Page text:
Finally, we have consistently heard in the CCW interest expressed on the weapons review process and about the requirement to conduct a legal review of all new weapon systems, including LAWS. We believe that this is an area on which we should focus as an interim step as we continue our consideration of LAWS in CCW. The United States would like to see the Fifth Review Conference agree to begin work, as part of the overall mandate on LAWS, on a non-legally binding outcome document that describes a comprehensive weapons review process, including the policy, technical, legal, and operational best practices that States could consider using if they decide to develop LAWS or any other weapon system that uses advanced technology.

To be clear, the United States believes that the existence of such a document would not endorse the development of LAWS; it would assist a State in conducting a thorough weapons review if that State is considering developing LAWS or any new weapon system. It would also help ensure consistency and quality in the weapons review process by all States, regardless of the particular weapon being reviewed. It is also an opportunity for the CCW to take a concrete step related to LAWS in the near term, even while we continue to develop our common understanding of what constitutes LAWS.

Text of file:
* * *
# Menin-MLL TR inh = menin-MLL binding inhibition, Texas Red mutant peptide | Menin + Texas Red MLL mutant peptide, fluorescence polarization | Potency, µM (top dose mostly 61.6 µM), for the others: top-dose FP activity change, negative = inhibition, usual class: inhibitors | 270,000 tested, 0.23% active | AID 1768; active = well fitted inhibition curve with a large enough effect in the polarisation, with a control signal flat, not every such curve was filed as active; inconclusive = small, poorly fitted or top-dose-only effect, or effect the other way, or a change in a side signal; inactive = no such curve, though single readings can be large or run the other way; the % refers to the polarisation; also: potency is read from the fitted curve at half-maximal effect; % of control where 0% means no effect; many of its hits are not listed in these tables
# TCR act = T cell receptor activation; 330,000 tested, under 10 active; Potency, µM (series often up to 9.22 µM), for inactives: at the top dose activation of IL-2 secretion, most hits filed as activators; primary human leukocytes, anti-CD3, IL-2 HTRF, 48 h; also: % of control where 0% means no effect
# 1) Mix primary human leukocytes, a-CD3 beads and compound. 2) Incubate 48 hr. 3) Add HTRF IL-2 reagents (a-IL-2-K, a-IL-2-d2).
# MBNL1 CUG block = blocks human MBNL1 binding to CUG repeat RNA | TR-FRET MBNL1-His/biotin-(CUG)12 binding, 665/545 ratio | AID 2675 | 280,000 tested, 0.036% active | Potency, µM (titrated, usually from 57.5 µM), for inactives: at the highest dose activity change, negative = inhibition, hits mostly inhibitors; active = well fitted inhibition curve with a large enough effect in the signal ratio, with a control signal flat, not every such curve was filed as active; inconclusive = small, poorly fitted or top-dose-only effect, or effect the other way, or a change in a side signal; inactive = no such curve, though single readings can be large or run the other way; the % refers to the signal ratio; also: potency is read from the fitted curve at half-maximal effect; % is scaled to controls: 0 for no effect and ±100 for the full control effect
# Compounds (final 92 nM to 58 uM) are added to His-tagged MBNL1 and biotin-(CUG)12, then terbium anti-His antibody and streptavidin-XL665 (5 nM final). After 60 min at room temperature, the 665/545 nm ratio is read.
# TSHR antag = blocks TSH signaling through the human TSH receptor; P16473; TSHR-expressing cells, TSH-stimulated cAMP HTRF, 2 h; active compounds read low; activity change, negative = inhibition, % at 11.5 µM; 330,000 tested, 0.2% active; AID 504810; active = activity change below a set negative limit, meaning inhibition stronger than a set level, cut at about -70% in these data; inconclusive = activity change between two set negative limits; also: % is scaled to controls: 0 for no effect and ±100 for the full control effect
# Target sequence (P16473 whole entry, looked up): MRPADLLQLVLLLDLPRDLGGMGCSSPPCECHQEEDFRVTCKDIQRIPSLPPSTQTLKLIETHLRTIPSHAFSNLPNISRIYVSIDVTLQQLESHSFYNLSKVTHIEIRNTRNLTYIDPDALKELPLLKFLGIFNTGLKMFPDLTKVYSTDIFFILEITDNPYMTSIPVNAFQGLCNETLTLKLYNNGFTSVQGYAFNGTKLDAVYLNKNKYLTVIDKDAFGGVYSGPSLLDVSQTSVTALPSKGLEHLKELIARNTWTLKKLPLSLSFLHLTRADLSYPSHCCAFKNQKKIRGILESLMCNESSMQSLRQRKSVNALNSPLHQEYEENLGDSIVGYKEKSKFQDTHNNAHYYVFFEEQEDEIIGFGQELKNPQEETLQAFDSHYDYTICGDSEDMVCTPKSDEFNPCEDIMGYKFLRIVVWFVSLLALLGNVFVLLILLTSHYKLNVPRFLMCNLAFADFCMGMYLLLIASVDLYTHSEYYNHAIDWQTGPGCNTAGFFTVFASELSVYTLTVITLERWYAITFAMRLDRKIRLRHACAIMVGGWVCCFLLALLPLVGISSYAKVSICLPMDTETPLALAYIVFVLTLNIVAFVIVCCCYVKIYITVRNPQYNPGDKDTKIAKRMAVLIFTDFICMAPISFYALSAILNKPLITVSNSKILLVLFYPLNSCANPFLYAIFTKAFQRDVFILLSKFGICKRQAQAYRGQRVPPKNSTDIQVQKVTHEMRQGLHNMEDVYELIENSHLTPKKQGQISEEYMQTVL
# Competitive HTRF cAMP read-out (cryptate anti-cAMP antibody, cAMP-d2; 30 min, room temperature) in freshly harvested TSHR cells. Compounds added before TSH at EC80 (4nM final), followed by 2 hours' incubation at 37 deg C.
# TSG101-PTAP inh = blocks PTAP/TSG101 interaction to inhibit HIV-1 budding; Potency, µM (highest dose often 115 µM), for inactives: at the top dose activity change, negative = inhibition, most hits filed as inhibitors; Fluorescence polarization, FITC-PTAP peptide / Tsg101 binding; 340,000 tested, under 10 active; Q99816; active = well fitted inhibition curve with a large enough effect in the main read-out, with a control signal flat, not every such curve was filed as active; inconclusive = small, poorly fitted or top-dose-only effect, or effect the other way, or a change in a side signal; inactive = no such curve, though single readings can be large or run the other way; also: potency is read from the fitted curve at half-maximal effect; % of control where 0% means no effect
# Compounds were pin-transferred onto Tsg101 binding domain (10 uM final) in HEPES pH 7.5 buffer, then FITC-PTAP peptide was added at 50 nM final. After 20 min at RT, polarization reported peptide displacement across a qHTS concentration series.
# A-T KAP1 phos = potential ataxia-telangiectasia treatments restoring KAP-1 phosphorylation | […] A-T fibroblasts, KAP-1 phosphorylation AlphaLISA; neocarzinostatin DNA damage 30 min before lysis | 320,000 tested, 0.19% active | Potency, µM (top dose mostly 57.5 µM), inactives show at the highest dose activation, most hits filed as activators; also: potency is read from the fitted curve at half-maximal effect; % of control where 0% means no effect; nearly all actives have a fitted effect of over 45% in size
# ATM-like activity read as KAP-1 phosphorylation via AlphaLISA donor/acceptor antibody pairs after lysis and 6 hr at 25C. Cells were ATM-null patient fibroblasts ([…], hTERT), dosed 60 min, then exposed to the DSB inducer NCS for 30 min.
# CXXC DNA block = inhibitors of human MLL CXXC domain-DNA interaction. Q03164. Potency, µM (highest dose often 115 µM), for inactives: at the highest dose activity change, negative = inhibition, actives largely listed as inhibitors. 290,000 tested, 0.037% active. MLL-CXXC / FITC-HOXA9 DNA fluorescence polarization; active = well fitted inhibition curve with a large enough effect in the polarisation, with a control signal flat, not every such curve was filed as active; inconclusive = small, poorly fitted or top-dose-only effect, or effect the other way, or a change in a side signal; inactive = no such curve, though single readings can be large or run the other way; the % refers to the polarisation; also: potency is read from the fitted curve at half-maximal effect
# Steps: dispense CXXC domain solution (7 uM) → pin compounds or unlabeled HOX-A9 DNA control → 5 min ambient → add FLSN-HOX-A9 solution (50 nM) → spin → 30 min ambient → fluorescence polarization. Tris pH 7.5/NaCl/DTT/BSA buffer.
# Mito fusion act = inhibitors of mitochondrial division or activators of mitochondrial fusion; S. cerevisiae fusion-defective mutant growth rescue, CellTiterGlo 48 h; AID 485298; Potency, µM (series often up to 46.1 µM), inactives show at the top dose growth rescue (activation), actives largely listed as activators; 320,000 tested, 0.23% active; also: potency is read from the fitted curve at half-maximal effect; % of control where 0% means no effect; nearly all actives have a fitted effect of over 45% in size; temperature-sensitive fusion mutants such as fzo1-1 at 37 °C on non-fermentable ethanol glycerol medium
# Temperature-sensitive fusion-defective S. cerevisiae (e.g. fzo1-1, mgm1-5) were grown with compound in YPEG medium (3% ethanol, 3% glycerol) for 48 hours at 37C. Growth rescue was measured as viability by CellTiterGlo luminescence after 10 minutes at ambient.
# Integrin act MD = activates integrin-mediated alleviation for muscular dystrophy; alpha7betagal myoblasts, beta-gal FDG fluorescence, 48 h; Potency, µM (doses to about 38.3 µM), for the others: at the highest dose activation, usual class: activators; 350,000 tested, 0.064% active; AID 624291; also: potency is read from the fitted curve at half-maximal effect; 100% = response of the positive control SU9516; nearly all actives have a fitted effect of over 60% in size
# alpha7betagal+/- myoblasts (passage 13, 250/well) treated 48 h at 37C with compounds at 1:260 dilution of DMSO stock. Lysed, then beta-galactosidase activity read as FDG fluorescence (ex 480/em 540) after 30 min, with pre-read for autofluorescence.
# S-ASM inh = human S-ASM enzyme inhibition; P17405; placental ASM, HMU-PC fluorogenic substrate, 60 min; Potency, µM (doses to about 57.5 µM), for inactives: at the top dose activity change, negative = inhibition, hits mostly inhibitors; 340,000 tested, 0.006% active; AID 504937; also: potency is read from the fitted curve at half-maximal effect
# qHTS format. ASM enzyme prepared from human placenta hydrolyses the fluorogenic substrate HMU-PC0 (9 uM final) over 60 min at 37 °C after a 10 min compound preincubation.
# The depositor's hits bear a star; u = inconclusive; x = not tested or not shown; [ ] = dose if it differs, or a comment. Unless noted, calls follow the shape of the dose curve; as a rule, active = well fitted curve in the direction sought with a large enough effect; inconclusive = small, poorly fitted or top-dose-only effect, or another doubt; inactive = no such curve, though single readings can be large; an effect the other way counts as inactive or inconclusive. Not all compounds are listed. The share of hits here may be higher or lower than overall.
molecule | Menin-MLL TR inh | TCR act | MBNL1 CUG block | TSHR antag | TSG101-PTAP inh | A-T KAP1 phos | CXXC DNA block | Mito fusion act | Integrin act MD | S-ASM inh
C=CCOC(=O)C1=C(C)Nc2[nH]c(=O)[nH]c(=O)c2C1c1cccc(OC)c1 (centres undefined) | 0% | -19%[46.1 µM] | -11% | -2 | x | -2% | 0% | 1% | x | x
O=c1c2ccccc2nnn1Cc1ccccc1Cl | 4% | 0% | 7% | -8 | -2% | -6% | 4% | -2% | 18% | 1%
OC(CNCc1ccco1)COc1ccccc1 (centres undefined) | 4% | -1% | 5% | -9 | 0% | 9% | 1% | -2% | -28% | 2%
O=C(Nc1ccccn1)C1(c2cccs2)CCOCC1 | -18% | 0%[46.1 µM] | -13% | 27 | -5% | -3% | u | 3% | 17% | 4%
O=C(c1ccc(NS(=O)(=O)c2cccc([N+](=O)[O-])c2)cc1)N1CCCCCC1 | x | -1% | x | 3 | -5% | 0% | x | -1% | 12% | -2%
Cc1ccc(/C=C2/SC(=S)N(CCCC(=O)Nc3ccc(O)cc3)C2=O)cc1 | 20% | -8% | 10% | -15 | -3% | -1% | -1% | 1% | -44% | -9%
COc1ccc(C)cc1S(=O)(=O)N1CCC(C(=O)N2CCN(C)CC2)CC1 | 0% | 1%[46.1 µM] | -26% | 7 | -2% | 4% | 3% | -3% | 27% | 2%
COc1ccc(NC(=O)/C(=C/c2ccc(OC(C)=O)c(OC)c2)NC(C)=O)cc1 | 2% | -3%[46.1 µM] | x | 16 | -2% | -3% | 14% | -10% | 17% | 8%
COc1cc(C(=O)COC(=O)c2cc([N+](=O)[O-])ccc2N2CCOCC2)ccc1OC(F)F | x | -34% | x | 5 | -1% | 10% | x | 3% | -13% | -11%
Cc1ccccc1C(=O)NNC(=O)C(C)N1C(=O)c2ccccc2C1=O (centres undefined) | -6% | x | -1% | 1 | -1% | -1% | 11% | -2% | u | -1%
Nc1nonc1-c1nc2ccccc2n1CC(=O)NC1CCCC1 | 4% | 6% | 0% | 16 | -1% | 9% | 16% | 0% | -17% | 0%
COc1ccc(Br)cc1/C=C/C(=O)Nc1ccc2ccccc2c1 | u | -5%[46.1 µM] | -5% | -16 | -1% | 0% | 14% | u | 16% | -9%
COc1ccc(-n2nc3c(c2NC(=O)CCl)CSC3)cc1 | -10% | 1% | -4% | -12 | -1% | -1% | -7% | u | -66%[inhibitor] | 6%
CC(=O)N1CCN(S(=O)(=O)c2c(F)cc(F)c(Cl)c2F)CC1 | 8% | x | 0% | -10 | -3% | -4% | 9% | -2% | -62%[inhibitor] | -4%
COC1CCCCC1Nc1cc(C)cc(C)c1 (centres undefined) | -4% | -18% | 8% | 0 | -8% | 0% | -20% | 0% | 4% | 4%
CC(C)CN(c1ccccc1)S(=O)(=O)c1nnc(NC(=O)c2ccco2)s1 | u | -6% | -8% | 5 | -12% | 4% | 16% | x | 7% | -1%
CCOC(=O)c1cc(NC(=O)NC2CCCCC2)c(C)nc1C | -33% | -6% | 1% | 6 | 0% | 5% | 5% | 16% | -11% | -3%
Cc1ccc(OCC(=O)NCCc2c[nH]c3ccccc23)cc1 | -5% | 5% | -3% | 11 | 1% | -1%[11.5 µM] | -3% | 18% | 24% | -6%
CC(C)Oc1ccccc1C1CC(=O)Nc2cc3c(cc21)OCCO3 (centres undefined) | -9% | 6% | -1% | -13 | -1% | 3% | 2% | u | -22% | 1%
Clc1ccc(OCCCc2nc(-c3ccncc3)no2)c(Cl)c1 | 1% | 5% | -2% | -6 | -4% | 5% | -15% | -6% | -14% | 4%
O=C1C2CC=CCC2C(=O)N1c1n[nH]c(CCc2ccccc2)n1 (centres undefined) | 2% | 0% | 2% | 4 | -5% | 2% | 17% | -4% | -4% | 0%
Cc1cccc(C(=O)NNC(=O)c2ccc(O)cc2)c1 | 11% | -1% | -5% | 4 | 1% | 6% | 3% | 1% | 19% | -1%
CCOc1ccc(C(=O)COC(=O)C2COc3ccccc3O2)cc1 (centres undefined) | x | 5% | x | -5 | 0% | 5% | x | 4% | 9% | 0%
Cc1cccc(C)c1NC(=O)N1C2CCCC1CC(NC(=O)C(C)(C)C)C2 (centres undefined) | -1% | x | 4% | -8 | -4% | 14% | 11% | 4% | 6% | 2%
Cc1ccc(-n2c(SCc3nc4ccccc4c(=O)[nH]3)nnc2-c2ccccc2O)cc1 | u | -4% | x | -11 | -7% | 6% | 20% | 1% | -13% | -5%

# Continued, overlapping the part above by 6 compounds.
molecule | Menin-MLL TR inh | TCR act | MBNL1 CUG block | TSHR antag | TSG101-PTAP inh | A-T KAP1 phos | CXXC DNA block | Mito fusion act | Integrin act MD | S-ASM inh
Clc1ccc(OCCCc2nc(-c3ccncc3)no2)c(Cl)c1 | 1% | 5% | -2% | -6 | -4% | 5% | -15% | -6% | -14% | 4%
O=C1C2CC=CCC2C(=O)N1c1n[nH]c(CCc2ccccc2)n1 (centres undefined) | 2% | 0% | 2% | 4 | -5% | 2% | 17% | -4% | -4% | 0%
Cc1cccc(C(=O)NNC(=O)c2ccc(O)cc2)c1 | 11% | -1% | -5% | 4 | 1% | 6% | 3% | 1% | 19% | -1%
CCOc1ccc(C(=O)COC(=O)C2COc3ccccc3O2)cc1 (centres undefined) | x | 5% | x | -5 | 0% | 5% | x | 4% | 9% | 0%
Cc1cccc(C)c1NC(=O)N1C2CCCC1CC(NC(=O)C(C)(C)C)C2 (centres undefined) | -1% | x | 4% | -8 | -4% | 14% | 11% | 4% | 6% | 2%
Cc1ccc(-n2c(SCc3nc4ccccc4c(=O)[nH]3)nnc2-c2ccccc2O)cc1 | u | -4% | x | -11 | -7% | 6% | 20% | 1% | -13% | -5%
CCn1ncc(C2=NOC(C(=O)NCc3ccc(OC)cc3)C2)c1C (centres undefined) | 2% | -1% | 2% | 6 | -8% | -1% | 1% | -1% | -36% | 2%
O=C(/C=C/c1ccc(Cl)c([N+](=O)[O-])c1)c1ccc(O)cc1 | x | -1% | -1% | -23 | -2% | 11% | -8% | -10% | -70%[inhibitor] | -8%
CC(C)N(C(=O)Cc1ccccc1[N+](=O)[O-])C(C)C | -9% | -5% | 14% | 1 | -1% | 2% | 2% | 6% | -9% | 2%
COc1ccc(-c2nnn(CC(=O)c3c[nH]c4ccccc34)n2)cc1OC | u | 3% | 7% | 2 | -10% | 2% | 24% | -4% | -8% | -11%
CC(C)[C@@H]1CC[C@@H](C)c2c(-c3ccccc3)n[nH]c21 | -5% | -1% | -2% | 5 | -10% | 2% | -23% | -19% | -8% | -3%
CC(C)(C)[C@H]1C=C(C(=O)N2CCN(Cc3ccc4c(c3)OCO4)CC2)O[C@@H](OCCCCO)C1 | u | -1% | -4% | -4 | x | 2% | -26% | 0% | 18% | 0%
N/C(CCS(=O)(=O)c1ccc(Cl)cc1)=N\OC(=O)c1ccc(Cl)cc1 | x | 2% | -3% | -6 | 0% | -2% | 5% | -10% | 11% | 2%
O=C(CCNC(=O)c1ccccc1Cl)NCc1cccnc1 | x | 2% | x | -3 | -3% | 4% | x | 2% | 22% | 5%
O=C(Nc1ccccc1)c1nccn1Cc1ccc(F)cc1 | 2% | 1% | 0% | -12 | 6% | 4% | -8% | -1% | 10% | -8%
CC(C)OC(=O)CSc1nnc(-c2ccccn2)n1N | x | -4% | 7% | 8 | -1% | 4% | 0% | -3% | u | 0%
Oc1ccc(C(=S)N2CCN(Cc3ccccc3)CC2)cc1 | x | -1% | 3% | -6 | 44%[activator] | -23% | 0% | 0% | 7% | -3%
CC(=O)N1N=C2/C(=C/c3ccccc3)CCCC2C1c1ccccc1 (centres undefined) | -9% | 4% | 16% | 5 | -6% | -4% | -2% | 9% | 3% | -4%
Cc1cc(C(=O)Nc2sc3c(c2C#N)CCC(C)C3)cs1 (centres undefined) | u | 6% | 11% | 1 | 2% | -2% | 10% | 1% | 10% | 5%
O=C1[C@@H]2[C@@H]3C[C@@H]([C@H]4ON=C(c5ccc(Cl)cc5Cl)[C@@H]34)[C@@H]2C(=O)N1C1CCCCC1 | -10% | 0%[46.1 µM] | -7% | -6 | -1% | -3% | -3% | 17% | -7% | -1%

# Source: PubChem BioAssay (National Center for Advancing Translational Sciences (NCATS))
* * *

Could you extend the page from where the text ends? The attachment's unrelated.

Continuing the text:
The United States remains very supportive of discussing LAWS in the CCW. Like we said earlier, we think we are making good, incremental progress, but it is important to continue increasing our understanding about LAWS rather than trying to decide possible outcomes. We believe that LAWS is a complex subject that requires in-depth, substantive discussions. Our expectation is that this week’s discussion will lead to a better understanding of the various issues related to LAWS and that will help to identify recommendations for possible future work.